Initially in koumpounophobia, dislike or hate is generated against buttons that might be present in clothes or gadgets. Over time, this dislike is molded into a condition called fear. The unnecessary and continuous timidity for toggles is typically called button phobia. Generally, phobias are classified into two types: complex and specific.
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Since button phobia is a fear for specific objects like toggles, it is categorized under specific phobia that refers to the relentless fright of particular materials or situations. The causes of this particular phobia are similar to the aspects of specific phobias.
Genetic predisposition plays a role in this type of emotion. A person whose family associates with button phobia is at a magnified risk of developing this disorder. Additionally, mutation in the assorted genes can also predispose a person to develop a number of emotional disorders, including specific phobias. Research has estimated that hereditary reasons for specific phobia range from 25 to 65%, even though they do not recognize the exact genes. Sometimes, a combination of genetic and environmental factors also plays a role in specific phobias. However, not everyone with a genetic predisposition is prone to koumpounophobia.
Whenever a button phobic person is exposed to toggles, the fight or flight response is alerted by neurotransmitting substances such as epinephrine, dopamine, and serotonin. When there is no fight or even flight from the particular situation, the antagonistic effects fail to remove the secreted neurotransmitter and so the neurochemicals pile up. Recent studies have proposed that the accumulated neurotransmitter reacts with the rational and emotional components of fear, which biologically influence an individual to be affected by specific phobias like button phobia.
Generally, the human mind has the ability to suppress undesirable impulses from ‘normal’ impulses. Psychoanalysts reveal that in a fearful person, the phobia replaces the anxiety related to the conflict responses when an undesirable impulse is not repressed. Thus, specific phobia is also connected to a person’s antagonism toward a particular object. Theoretically, the phobia prevents the person from recognizing his fear.
Traumatic event in juvenility
Children’s brains are heavily influenced by the experience of traumatic situations, which can lead to problems in adulthood such as fear. Researches have informed that phobias caused from traumatic events have a more immediate impact. Some people are affected by specific phobia due to certain incidents from their childhood that they may not even remember.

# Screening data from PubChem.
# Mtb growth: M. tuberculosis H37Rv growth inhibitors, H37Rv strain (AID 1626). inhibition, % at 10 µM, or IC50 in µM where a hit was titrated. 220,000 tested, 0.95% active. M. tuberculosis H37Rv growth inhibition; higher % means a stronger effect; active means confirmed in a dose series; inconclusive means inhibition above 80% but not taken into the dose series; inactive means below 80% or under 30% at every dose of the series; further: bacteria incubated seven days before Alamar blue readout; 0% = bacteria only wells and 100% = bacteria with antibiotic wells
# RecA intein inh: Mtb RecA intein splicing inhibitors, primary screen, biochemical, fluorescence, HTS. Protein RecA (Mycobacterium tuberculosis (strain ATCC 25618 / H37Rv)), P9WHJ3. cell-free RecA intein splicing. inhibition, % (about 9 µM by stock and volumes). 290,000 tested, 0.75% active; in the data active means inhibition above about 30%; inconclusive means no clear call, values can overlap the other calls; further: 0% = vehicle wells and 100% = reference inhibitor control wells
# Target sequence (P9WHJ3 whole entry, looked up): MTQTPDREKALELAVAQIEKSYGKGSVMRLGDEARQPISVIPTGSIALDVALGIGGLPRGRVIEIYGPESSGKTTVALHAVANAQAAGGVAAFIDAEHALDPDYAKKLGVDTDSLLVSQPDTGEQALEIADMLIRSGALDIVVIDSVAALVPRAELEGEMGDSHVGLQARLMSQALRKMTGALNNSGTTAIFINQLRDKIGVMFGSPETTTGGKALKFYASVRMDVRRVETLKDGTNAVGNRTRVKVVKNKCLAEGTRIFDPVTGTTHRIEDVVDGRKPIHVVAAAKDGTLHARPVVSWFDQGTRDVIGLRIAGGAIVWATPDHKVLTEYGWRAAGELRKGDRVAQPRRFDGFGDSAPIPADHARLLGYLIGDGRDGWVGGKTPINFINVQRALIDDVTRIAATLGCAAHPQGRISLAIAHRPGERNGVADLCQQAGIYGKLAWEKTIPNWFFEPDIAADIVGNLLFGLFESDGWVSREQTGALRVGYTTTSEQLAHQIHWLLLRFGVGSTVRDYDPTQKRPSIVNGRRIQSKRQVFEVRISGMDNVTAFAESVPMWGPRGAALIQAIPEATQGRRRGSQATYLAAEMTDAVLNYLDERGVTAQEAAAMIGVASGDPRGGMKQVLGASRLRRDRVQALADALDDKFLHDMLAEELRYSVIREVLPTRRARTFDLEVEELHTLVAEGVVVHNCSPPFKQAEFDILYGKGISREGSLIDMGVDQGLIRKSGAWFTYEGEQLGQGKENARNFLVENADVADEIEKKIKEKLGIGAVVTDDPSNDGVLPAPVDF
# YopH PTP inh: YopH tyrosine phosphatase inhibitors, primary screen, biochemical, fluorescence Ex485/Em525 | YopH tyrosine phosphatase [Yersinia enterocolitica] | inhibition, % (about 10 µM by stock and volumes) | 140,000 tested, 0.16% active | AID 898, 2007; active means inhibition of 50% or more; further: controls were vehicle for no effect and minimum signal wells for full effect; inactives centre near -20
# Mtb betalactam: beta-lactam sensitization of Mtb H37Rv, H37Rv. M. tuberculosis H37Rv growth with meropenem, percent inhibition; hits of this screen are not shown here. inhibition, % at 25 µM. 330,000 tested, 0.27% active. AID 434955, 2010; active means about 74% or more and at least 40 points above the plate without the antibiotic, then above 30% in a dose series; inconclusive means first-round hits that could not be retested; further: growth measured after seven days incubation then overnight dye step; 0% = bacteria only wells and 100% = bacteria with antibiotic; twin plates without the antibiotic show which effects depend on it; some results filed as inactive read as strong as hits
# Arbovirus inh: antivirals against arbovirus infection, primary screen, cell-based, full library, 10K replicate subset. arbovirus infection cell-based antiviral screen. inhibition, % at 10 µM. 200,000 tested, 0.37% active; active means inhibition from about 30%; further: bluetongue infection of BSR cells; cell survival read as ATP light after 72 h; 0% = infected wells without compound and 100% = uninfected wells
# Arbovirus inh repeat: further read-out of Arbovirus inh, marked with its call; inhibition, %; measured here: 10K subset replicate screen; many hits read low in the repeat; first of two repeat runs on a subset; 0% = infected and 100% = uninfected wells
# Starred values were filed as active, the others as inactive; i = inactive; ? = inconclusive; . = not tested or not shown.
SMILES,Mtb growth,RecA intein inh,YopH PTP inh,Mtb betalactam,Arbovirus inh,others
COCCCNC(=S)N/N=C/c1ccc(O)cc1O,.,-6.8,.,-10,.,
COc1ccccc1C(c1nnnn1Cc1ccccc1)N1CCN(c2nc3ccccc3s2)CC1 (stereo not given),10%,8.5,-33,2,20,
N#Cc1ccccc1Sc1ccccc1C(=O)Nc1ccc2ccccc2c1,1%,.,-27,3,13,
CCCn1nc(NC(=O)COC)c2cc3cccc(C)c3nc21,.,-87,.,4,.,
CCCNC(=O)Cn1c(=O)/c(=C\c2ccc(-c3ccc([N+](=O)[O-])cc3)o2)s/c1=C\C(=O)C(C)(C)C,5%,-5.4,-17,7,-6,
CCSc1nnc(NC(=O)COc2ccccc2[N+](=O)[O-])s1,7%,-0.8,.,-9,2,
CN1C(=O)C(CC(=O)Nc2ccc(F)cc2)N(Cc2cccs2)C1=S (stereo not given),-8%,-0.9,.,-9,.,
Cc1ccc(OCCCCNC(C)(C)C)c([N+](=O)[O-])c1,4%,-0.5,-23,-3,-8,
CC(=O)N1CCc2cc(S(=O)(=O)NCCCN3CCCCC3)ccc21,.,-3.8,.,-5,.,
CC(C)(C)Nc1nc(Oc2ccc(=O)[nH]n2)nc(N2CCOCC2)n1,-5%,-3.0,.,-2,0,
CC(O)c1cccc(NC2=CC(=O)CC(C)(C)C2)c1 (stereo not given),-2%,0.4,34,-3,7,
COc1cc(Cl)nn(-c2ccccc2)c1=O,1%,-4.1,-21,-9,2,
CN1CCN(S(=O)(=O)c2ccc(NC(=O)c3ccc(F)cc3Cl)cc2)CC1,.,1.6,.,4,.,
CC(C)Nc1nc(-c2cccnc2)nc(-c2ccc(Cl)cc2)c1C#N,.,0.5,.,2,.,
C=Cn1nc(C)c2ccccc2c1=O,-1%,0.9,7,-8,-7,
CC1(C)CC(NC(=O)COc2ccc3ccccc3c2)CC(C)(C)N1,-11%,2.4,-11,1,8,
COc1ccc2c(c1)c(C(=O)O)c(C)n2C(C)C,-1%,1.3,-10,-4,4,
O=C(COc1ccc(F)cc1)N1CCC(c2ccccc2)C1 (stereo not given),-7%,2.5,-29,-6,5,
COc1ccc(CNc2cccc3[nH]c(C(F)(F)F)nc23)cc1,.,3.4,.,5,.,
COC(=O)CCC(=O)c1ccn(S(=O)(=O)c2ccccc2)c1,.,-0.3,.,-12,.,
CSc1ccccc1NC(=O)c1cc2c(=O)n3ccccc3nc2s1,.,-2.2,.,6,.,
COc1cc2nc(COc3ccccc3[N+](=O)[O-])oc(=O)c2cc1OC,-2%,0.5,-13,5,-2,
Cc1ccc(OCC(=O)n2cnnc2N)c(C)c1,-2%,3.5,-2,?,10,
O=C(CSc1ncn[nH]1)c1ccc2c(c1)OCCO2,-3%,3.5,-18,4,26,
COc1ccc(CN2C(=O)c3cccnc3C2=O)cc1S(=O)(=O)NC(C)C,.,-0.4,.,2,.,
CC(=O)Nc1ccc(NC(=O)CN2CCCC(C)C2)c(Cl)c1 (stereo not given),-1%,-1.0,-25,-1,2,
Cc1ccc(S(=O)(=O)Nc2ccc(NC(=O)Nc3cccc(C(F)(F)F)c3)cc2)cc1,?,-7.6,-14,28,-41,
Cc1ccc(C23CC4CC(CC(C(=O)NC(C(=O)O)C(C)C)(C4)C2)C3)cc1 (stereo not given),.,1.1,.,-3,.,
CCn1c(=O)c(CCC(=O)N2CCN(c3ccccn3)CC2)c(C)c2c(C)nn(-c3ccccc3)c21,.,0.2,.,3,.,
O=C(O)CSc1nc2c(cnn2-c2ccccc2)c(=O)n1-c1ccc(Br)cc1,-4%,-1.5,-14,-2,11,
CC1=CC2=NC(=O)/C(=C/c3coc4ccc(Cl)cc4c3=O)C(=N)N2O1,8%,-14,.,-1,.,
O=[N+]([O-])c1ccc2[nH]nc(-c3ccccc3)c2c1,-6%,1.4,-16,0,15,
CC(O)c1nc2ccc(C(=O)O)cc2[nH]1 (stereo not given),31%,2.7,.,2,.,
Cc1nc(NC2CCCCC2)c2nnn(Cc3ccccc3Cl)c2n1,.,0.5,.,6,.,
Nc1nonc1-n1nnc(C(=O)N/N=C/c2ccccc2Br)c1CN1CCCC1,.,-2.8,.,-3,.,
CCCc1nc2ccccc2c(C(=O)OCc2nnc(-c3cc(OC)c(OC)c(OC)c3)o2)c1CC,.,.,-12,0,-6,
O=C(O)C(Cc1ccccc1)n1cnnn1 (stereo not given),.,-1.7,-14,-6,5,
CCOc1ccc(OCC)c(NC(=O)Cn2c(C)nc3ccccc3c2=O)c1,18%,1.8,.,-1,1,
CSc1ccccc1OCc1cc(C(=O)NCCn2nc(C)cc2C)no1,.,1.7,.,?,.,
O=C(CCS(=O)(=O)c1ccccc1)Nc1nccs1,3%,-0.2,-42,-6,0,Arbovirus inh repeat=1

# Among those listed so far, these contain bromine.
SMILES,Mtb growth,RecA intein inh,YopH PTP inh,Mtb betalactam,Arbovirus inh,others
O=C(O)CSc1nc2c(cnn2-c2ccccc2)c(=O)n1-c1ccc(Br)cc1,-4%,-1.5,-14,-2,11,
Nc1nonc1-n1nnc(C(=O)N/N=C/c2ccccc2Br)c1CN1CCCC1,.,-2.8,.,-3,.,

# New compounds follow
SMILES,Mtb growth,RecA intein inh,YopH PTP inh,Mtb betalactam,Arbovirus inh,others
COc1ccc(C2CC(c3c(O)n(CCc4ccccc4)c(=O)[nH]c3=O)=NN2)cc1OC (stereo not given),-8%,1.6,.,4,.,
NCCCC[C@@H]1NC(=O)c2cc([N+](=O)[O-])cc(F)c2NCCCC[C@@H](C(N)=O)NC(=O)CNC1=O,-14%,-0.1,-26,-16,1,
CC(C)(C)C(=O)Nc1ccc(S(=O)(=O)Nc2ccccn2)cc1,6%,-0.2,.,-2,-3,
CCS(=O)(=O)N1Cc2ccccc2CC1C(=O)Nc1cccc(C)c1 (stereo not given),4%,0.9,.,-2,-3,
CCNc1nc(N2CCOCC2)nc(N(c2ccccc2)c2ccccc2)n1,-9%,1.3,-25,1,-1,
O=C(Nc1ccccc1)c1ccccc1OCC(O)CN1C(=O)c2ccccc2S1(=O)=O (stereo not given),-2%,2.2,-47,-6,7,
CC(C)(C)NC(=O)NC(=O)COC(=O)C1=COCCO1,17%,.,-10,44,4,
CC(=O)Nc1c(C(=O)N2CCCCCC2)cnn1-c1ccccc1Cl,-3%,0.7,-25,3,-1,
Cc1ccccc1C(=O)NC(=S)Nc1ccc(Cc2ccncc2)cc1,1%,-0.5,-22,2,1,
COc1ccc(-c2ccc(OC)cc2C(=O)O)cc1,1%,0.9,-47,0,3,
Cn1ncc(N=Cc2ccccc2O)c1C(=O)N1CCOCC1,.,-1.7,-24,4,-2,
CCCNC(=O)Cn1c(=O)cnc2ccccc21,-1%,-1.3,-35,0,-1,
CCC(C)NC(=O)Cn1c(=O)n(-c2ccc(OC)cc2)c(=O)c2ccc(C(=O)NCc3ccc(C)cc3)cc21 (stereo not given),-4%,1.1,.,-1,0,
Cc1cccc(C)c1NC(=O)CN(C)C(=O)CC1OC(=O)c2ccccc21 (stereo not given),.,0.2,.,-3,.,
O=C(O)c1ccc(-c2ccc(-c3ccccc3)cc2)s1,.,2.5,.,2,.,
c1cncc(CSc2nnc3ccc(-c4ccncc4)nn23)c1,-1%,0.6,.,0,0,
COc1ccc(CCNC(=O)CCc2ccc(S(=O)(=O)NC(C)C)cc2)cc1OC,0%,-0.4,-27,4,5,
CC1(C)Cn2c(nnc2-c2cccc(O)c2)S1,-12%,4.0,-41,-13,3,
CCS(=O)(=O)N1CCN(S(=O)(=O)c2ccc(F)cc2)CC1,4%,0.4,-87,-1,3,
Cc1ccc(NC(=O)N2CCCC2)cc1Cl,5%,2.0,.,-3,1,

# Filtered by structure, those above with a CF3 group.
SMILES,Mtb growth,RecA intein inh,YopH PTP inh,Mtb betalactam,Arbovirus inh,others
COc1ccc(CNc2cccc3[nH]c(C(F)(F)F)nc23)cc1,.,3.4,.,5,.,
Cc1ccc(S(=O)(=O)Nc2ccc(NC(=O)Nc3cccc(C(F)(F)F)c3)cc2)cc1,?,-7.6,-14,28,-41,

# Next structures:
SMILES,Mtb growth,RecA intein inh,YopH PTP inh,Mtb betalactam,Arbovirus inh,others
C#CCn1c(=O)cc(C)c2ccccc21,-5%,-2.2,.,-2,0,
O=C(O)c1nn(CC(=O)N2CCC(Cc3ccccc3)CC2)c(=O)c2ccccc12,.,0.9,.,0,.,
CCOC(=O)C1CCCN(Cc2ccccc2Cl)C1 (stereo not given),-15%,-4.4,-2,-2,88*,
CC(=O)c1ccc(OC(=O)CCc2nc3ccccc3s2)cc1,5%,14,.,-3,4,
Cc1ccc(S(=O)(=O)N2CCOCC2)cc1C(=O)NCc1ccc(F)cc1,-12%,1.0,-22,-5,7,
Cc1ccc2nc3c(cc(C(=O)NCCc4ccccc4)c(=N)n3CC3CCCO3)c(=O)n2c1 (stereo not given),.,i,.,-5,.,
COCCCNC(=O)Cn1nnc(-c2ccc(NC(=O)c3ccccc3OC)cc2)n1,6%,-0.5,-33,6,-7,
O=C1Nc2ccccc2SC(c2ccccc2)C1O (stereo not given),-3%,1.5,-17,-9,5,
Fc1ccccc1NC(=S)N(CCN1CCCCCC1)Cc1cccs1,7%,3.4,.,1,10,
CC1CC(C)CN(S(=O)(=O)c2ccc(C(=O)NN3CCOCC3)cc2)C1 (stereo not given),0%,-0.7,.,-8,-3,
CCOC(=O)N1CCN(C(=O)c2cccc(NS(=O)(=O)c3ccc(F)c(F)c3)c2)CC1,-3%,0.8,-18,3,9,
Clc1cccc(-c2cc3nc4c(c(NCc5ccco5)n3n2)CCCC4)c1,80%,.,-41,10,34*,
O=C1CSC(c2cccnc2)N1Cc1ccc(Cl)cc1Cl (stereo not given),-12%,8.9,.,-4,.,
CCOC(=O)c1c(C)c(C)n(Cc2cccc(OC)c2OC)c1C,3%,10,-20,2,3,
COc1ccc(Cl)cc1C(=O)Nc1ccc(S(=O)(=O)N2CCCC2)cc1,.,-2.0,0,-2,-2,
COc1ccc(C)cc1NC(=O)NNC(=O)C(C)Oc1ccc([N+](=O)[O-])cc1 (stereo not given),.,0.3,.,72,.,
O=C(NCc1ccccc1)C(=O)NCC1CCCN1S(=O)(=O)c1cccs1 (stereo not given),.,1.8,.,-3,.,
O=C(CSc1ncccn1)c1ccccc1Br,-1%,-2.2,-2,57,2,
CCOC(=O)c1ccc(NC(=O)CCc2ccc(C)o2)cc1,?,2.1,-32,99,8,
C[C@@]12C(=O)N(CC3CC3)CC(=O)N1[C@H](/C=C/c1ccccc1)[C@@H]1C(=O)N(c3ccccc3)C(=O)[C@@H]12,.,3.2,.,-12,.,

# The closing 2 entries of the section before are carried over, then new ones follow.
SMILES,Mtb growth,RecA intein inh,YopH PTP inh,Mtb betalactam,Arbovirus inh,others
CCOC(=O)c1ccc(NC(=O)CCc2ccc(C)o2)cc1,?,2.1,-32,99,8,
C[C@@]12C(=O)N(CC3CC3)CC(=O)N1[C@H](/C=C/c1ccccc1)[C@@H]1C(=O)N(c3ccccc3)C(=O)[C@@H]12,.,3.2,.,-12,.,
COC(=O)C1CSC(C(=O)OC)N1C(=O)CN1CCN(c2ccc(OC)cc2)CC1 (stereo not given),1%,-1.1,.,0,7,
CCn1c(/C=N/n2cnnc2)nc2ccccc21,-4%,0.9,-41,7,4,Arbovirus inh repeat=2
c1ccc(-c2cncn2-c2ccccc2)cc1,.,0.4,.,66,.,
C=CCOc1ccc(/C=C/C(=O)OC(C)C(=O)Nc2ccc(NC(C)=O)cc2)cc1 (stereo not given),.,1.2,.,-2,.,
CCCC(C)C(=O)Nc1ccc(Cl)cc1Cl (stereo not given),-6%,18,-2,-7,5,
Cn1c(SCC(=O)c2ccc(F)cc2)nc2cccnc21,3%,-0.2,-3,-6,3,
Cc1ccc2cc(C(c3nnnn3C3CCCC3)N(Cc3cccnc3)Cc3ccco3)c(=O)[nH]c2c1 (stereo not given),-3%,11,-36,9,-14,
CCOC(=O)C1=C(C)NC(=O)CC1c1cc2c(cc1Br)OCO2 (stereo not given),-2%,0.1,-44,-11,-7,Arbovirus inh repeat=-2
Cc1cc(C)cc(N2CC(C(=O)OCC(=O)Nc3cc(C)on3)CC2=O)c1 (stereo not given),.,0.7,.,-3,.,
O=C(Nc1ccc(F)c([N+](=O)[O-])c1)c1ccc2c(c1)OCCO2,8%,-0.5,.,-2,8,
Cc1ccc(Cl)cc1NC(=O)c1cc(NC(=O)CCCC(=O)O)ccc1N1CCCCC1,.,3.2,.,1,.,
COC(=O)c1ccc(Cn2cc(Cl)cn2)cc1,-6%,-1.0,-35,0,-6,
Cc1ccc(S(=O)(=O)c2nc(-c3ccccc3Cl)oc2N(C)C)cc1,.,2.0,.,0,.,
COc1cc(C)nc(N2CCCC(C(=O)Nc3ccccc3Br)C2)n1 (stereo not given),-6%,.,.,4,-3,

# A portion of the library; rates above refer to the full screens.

- An adult fears buttons due to the falling of a bucketful of toggles on his head at the age of two.
- Children’s incapability to stitch on buttons on clothes can also cause dismay toward them. This happens due to parental avoidance.
- Blockage of toggles in the throat or nose due to inhalation or swallowing leads to the consequence of button phobia.
Witnessing traumatic cases
Observing traumatic situations experienced by others can trigger emotional fear in an individual with button phobia e.g. a person watching a distressed child that has choked on a button.
This event can either trigger:
- the recollection of an individual’s childhood trauma caused by toggle ingestion or
- a sensible person to learn to be frightened by buttons.
Learning from others
Sometimes, button phobia might be caused by the knowledge of someone else who is scared of buttons. This happens in some families where a member may have acquired the fear from other members in the family for buttons. Children are more susceptible to learn this culture of fear.
- When a mother’s expression toward buttons, which might be a dislike or fear, can influence a child to react in the same manner.
- Learning that old buttons are always dirty in childhood can also cause a lifelong avoidance of buttons.
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Avoidance or abuse limits learning in kids. For example:
- Mocking a child that he/she cannot fasten their buttons on clothes will cause the avoidance of the use of buttons; thereby hate toward buttons is developed.
- A few others hate buttons because of abuse in childhood by someone wearing clothes with buttons.
One of Neil Gaiman’s scary novels was turned into a movie called Coraline, in which the scary lead role had buttons instead of eyes. Such movies might also be a cause for fear toward buttons. Some people, after watching these movies, felt horrible to see buttons on clothes and especially children began to be afraid of using buttons on their clothes.
Most cases of button phobia can be overcome by proper parenting and guidance provided to children. Severe levels of button phobia in adulthood can be overwhelmed by therapies such as hypnotherapy and psychotherapy.